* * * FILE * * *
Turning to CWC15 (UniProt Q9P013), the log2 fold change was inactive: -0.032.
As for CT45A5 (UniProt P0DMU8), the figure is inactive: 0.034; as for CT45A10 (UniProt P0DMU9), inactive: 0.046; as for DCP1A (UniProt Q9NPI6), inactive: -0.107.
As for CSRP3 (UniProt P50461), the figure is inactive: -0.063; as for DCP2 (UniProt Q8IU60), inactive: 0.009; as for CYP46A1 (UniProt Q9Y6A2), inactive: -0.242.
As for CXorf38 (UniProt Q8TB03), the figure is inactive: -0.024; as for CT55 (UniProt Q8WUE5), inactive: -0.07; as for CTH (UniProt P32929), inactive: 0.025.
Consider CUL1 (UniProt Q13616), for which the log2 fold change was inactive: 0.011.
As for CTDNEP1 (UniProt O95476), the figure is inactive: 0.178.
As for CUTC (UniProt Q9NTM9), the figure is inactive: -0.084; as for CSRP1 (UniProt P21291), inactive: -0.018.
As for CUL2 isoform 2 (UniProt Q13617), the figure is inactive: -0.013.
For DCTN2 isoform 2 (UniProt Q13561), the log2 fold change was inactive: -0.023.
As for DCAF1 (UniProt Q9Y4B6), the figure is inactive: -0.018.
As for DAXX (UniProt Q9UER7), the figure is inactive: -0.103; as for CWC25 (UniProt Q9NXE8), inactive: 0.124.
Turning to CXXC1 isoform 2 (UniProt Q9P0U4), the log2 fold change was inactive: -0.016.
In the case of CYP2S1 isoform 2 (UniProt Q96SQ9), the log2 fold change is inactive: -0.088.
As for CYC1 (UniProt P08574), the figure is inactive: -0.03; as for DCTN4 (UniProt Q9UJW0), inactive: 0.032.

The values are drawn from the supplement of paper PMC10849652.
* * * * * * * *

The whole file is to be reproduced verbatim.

Turning to CWC15 (UniProt Q9P013), the log2 fold change was inactive: -0.032.
As for CT45A5 (UniProt P0DMU8), the figure is inactive: 0.034; as for CT45A10 (UniProt P0DMU9), inactive: 0.046; as for DCP1A (UniProt Q9NPI6), inactive: -0.107.
As for CSRP3 (UniProt P50461), the figure is inactive: -0.063; as for DCP2 (UniProt Q8IU60), inactive: 0.009; as for CYP46A1 (UniProt Q9Y6A2), inactive: -0.242.
As for CXorf38 (UniProt Q8TB03), the figure is inactive: -0.024; as for CT55 (UniProt Q8WUE5), inactive: -0.07; as for CTH (UniProt P32929), inactive: 0.025.
Consider CUL1 (UniProt Q13616), for which the log2 fold change was inactive: 0.011.
As for CTDNEP1 (UniProt O95476), the figure is inactive: 0.178.
As for CUTC (UniProt Q9NTM9), the figure is inactive: -0.084; as for CSRP1 (UniProt P21291), inactive: -0.018.
As for CUL2 isoform 2 (UniProt Q13617), the figure is inactive: -0.013.
For DCTN2 isoform 2 (UniProt Q13561), the log2 fold change was inactive: -0.023.
As for DCAF1 (UniProt Q9Y4B6), the figure is inactive: -0.018.
As for DAXX (UniProt Q9UER7), the figure is inactive: -0.103; as for CWC25 (UniProt Q9NXE8), inactive: 0.124.
Turning to CXXC1 isoform 2 (UniProt Q9P0U4), the log2 fold change was inactive: -0.016.
In the case of CYP2S1 isoform 2 (UniProt Q96SQ9), the log2 fold change is inactive: -0.088.
As for CYC1 (UniProt P08574), the figure is inactive: -0.03; as for DCTN4 (UniProt Q9UJW0), inactive: 0.032.

The values are drawn from the supplement of paper PMC10849652.